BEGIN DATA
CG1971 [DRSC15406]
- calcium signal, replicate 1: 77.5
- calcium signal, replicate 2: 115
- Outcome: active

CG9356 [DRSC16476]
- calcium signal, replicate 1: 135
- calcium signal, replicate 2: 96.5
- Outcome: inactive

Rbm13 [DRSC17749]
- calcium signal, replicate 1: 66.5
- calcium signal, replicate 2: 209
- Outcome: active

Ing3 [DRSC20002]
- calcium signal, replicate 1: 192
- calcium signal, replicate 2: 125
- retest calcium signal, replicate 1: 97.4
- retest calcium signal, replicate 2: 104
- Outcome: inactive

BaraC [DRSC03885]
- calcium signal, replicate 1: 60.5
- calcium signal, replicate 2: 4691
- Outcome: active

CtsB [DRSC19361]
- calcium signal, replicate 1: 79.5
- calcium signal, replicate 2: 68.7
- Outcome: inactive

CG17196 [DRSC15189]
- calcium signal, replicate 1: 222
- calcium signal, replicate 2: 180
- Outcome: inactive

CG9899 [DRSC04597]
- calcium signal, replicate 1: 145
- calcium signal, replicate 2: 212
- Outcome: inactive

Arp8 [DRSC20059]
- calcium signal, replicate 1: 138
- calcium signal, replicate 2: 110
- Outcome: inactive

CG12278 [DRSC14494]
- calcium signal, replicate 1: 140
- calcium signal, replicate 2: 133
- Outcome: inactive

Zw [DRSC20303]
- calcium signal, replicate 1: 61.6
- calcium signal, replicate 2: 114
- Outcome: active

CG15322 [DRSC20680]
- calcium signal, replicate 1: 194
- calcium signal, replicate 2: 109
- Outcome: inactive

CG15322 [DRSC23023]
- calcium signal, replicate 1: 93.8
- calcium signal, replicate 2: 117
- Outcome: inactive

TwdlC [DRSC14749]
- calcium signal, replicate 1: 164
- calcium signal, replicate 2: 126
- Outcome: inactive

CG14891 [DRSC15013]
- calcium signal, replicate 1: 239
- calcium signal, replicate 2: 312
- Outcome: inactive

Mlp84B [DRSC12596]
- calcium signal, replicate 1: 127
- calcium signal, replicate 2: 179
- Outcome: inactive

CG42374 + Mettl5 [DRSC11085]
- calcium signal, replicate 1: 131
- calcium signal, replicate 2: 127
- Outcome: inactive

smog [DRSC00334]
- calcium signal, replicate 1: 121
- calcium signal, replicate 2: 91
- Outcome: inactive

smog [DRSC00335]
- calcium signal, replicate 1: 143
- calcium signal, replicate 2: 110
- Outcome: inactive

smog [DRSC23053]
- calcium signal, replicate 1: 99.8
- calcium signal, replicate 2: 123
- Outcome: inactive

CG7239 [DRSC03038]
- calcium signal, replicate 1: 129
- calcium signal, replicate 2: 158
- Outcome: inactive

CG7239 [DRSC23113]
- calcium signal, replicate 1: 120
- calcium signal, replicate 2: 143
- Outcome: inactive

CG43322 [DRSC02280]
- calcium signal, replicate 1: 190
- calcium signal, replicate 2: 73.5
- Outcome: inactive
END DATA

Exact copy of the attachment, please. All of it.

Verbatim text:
CG1971 [DRSC15406]
- calcium signal, replicate 1: 77.5
- calcium signal, replicate 2: 115
- Outcome: active

CG9356 [DRSC16476]
- calcium signal, replicate 1: 135
- calcium signal, replicate 2: 96.5
- Outcome: inactive

Rbm13 [DRSC17749]
- calcium signal, replicate 1: 66.5
- calcium signal, replicate 2: 209
- Outcome: active

Ing3 [DRSC20002]
- calcium signal, replicate 1: 192
- calcium signal, replicate 2: 125
- retest calcium signal, replicate 1: 97.4
- retest calcium signal, replicate 2: 104
- Outcome: inactive

BaraC [DRSC03885]
- calcium signal, replicate 1: 60.5
- calcium signal, replicate 2: 4691
- Outcome: active

CtsB [DRSC19361]
- calcium signal, replicate 1: 79.5
- calcium signal, replicate 2: 68.7
- Outcome: inactive

CG17196 [DRSC15189]
- calcium signal, replicate 1: 222
- calcium signal, replicate 2: 180
- Outcome: inactive

CG9899 [DRSC04597]
- calcium signal, replicate 1: 145
- calcium signal, replicate 2: 212
- Outcome: inactive

Arp8 [DRSC20059]
- calcium signal, replicate 1: 138
- calcium signal, replicate 2: 110
- Outcome: inactive

CG12278 [DRSC14494]
- calcium signal, replicate 1: 140
- calcium signal, replicate 2: 133
- Outcome: inactive

Zw [DRSC20303]
- calcium signal, replicate 1: 61.6
- calcium signal, replicate 2: 114
- Outcome: active

CG15322 [DRSC20680]
- calcium signal, replicate 1: 194
- calcium signal, replicate 2: 109
- Outcome: inactive

CG15322 [DRSC23023]
- calcium signal, replicate 1: 93.8
- calcium signal, replicate 2: 117
- Outcome: inactive

TwdlC [DRSC14749]
- calcium signal, replicate 1: 164
- calcium signal, replicate 2: 126
- Outcome: inactive

CG14891 [DRSC15013]
- calcium signal, replicate 1: 239
- calcium signal, replicate 2: 312
- Outcome: inactive

Mlp84B [DRSC12596]
- calcium signal, replicate 1: 127
- calcium signal, replicate 2: 179
- Outcome: inactive

CG42374 + Mettl5 [DRSC11085]
- calcium signal, replicate 1: 131
- calcium signal, replicate 2: 127
- Outcome: inactive

smog [DRSC00334]
- calcium signal, replicate 1: 121
- calcium signal, replicate 2: 91
- Outcome: inactive

smog [DRSC00335]
- calcium signal, replicate 1: 143
- calcium signal, replicate 2: 110
- Outcome: inactive

smog [DRSC23053]
- calcium signal, replicate 1: 99.8
- calcium signal, replicate 2: 123
- Outcome: inactive

CG7239 [DRSC03038]
- calcium signal, replicate 1: 129
- calcium signal, replicate 2: 158
- Outcome: inactive

CG7239 [DRSC23113]
- calcium signal, replicate 1: 120
- calcium signal, replicate 2: 143
- Outcome: inactive

CG43322 [DRSC02280]
- calcium signal, replicate 1: 190
- calcium signal, replicate 2: 73.5
- Outcome: inactive